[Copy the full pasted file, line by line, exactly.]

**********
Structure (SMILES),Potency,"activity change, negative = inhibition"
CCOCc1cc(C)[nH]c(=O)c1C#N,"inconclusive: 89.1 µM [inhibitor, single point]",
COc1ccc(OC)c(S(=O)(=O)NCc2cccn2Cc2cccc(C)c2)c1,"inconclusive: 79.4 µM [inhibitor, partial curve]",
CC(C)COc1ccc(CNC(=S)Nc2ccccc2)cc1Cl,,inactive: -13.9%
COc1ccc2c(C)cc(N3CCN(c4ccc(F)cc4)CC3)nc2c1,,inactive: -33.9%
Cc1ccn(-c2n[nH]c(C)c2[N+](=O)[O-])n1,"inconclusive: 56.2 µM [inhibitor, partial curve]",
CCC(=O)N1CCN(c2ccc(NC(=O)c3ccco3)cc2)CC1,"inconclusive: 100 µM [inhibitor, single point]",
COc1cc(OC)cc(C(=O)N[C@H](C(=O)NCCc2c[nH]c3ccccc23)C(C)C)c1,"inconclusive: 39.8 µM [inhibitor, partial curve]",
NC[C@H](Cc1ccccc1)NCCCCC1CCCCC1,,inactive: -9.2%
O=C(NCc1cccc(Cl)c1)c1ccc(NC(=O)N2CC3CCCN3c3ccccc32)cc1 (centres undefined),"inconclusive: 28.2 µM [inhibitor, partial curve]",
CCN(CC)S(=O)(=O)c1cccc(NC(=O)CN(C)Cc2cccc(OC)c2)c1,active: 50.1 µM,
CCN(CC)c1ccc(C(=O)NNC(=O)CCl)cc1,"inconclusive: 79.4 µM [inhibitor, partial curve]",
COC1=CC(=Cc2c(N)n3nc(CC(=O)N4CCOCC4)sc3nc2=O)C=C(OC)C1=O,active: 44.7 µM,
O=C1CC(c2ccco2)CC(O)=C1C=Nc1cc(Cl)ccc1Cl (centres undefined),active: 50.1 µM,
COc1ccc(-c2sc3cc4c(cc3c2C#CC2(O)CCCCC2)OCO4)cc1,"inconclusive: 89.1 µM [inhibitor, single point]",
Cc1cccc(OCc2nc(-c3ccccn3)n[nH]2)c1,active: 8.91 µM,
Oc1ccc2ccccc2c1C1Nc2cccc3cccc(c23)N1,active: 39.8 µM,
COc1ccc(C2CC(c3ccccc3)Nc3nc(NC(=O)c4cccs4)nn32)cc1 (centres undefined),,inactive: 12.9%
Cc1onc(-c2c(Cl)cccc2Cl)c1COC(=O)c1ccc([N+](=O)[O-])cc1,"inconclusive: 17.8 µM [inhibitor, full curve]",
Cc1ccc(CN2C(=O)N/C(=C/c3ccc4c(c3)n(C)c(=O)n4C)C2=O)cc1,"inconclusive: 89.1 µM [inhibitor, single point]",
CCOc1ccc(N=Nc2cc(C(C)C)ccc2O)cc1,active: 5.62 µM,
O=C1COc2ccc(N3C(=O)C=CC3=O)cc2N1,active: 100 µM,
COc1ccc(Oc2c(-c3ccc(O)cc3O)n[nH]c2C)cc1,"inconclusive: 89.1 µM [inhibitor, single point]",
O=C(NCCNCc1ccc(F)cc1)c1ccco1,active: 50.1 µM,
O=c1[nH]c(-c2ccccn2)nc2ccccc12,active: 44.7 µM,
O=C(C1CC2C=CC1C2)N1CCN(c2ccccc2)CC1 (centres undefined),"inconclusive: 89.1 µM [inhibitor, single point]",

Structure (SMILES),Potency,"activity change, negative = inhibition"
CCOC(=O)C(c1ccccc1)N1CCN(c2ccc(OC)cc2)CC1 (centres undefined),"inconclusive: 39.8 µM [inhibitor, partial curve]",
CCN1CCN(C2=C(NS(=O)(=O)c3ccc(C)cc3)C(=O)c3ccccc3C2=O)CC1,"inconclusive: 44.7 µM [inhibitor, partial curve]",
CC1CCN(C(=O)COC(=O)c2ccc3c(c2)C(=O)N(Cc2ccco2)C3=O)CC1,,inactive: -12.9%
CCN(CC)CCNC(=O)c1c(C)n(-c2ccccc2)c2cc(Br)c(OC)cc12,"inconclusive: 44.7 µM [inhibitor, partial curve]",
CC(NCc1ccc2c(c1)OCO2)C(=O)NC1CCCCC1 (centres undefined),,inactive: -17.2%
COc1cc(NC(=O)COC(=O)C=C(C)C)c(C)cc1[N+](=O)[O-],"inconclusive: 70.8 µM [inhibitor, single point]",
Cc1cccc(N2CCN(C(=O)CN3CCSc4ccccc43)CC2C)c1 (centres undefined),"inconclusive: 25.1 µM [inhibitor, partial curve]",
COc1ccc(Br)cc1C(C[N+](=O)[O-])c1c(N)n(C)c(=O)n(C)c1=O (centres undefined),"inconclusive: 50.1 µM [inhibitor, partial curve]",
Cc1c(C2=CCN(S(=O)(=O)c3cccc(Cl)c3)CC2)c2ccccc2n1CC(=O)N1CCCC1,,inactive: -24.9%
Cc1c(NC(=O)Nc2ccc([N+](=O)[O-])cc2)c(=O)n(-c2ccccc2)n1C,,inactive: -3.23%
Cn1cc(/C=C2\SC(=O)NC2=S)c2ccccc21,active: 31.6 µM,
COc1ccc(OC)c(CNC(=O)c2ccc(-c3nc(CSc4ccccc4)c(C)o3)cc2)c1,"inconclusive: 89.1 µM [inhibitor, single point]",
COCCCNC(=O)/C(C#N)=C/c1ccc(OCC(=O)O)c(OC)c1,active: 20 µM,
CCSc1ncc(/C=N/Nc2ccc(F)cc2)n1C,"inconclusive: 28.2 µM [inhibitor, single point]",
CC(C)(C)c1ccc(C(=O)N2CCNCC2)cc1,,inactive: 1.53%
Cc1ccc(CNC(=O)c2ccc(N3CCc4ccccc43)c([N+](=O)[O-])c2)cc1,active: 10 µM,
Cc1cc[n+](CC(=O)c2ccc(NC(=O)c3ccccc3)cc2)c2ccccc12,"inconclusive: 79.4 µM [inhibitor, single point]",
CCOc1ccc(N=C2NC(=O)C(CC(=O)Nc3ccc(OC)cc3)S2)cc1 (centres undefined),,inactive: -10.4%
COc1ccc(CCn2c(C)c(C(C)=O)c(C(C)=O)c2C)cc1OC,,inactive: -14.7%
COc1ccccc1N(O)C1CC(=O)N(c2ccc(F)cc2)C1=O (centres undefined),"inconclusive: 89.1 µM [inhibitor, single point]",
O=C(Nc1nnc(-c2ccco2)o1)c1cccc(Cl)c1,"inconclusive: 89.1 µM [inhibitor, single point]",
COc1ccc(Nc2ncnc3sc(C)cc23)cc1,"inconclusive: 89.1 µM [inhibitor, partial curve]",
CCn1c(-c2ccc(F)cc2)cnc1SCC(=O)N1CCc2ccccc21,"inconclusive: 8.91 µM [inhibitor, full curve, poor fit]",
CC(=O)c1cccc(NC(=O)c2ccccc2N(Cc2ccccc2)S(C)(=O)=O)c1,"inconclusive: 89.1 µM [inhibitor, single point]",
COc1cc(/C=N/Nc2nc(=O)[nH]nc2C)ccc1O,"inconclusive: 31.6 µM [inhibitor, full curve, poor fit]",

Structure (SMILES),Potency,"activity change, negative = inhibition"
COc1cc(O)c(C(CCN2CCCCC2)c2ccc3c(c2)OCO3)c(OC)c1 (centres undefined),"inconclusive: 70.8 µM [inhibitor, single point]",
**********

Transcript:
Structure (SMILES),Potency,"activity change, negative = inhibition"
CCOCc1cc(C)[nH]c(=O)c1C#N,"inconclusive: 89.1 µM [inhibitor, single point]",
COc1ccc(OC)c(S(=O)(=O)NCc2cccn2Cc2cccc(C)c2)c1,"inconclusive: 79.4 µM [inhibitor, partial curve]",
CC(C)COc1ccc(CNC(=S)Nc2ccccc2)cc1Cl,,inactive: -13.9%
COc1ccc2c(C)cc(N3CCN(c4ccc(F)cc4)CC3)nc2c1,,inactive: -33.9%
Cc1ccn(-c2n[nH]c(C)c2[N+](=O)[O-])n1,"inconclusive: 56.2 µM [inhibitor, partial curve]",
CCC(=O)N1CCN(c2ccc(NC(=O)c3ccco3)cc2)CC1,"inconclusive: 100 µM [inhibitor, single point]",
COc1cc(OC)cc(C(=O)N[C@H](C(=O)NCCc2c[nH]c3ccccc23)C(C)C)c1,"inconclusive: 39.8 µM [inhibitor, partial curve]",
NC[C@H](Cc1ccccc1)NCCCCC1CCCCC1,,inactive: -9.2%
O=C(NCc1cccc(Cl)c1)c1ccc(NC(=O)N2CC3CCCN3c3ccccc32)cc1 (centres undefined),"inconclusive: 28.2 µM [inhibitor, partial curve]",
CCN(CC)S(=O)(=O)c1cccc(NC(=O)CN(C)Cc2cccc(OC)c2)c1,active: 50.1 µM,
CCN(CC)c1ccc(C(=O)NNC(=O)CCl)cc1,"inconclusive: 79.4 µM [inhibitor, partial curve]",
COC1=CC(=Cc2c(N)n3nc(CC(=O)N4CCOCC4)sc3nc2=O)C=C(OC)C1=O,active: 44.7 µM,
O=C1CC(c2ccco2)CC(O)=C1C=Nc1cc(Cl)ccc1Cl (centres undefined),active: 50.1 µM,
COc1ccc(-c2sc3cc4c(cc3c2C#CC2(O)CCCCC2)OCO4)cc1,"inconclusive: 89.1 µM [inhibitor, single point]",
Cc1cccc(OCc2nc(-c3ccccn3)n[nH]2)c1,active: 8.91 µM,
Oc1ccc2ccccc2c1C1Nc2cccc3cccc(c23)N1,active: 39.8 µM,
COc1ccc(C2CC(c3ccccc3)Nc3nc(NC(=O)c4cccs4)nn32)cc1 (centres undefined),,inactive: 12.9%
Cc1onc(-c2c(Cl)cccc2Cl)c1COC(=O)c1ccc([N+](=O)[O-])cc1,"inconclusive: 17.8 µM [inhibitor, full curve]",
Cc1ccc(CN2C(=O)N/C(=C/c3ccc4c(c3)n(C)c(=O)n4C)C2=O)cc1,"inconclusive: 89.1 µM [inhibitor, single point]",
CCOc1ccc(N=Nc2cc(C(C)C)ccc2O)cc1,active: 5.62 µM,
O=C1COc2ccc(N3C(=O)C=CC3=O)cc2N1,active: 100 µM,
COc1ccc(Oc2c(-c3ccc(O)cc3O)n[nH]c2C)cc1,"inconclusive: 89.1 µM [inhibitor, single point]",
O=C(NCCNCc1ccc(F)cc1)c1ccco1,active: 50.1 µM,
O=c1[nH]c(-c2ccccn2)nc2ccccc12,active: 44.7 µM,
O=C(C1CC2C=CC1C2)N1CCN(c2ccccc2)CC1 (centres undefined),"inconclusive: 89.1 µM [inhibitor, single point]",

Structure (SMILES),Potency,"activity change, negative = inhibition"
CCOC(=O)C(c1ccccc1)N1CCN(c2ccc(OC)cc2)CC1 (centres undefined),"inconclusive: 39.8 µM [inhibitor, partial curve]",
CCN1CCN(C2=C(NS(=O)(=O)c3ccc(C)cc3)C(=O)c3ccccc3C2=O)CC1,"inconclusive: 44.7 µM [inhibitor, partial curve]",
CC1CCN(C(=O)COC(=O)c2ccc3c(c2)C(=O)N(Cc2ccco2)C3=O)CC1,,inactive: -12.9%
CCN(CC)CCNC(=O)c1c(C)n(-c2ccccc2)c2cc(Br)c(OC)cc12,"inconclusive: 44.7 µM [inhibitor, partial curve]",
CC(NCc1ccc2c(c1)OCO2)C(=O)NC1CCCCC1 (centres undefined),,inactive: -17.2%
COc1cc(NC(=O)COC(=O)C=C(C)C)c(C)cc1[N+](=O)[O-],"inconclusive: 70.8 µM [inhibitor, single point]",
Cc1cccc(N2CCN(C(=O)CN3CCSc4ccccc43)CC2C)c1 (centres undefined),"inconclusive: 25.1 µM [inhibitor, partial curve]",
COc1ccc(Br)cc1C(C[N+](=O)[O-])c1c(N)n(C)c(=O)n(C)c1=O (centres undefined),"inconclusive: 50.1 µM [inhibitor, partial curve]",
Cc1c(C2=CCN(S(=O)(=O)c3cccc(Cl)c3)CC2)c2ccccc2n1CC(=O)N1CCCC1,,inactive: -24.9%
Cc1c(NC(=O)Nc2ccc([N+](=O)[O-])cc2)c(=O)n(-c2ccccc2)n1C,,inactive: -3.23%
Cn1cc(/C=C2\SC(=O)NC2=S)c2ccccc21,active: 31.6 µM,
COc1ccc(OC)c(CNC(=O)c2ccc(-c3nc(CSc4ccccc4)c(C)o3)cc2)c1,"inconclusive: 89.1 µM [inhibitor, single point]",
COCCCNC(=O)/C(C#N)=C/c1ccc(OCC(=O)O)c(OC)c1,active: 20 µM,
CCSc1ncc(/C=N/Nc2ccc(F)cc2)n1C,"inconclusive: 28.2 µM [inhibitor, single point]",
CC(C)(C)c1ccc(C(=O)N2CCNCC2)cc1,,inactive: 1.53%
Cc1ccc(CNC(=O)c2ccc(N3CCc4ccccc43)c([N+](=O)[O-])c2)cc1,active: 10 µM,
Cc1cc[n+](CC(=O)c2ccc(NC(=O)c3ccccc3)cc2)c2ccccc12,"inconclusive: 79.4 µM [inhibitor, single point]",
CCOc1ccc(N=C2NC(=O)C(CC(=O)Nc3ccc(OC)cc3)S2)cc1 (centres undefined),,inactive: -10.4%
COc1ccc(CCn2c(C)c(C(C)=O)c(C(C)=O)c2C)cc1OC,,inactive: -14.7%
COc1ccccc1N(O)C1CC(=O)N(c2ccc(F)cc2)C1=O (centres undefined),"inconclusive: 89.1 µM [inhibitor, single point]",
O=C(Nc1nnc(-c2ccco2)o1)c1cccc(Cl)c1,"inconclusive: 89.1 µM [inhibitor, single point]",
COc1ccc(Nc2ncnc3sc(C)cc23)cc1,"inconclusive: 89.1 µM [inhibitor, partial curve]",
CCn1c(-c2ccc(F)cc2)cnc1SCC(=O)N1CCc2ccccc21,"inconclusive: 8.91 µM [inhibitor, full curve, poor fit]",
CC(=O)c1cccc(NC(=O)c2ccccc2N(Cc2ccccc2)S(C)(=O)=O)c1,"inconclusive: 89.1 µM [inhibitor, single point]",
COc1cc(/C=N/Nc2nc(=O)[nH]nc2C)ccc1O,"inconclusive: 31.6 µM [inhibitor, full curve, poor fit]",

Structure (SMILES),Potency,"activity change, negative = inhibition"
COc1cc(O)c(C(CCN2CCCCC2)c2ccc3c(c2)OCO3)c(OC)c1 (centres undefined),"inconclusive: 70.8 µM [inhibitor, single point]",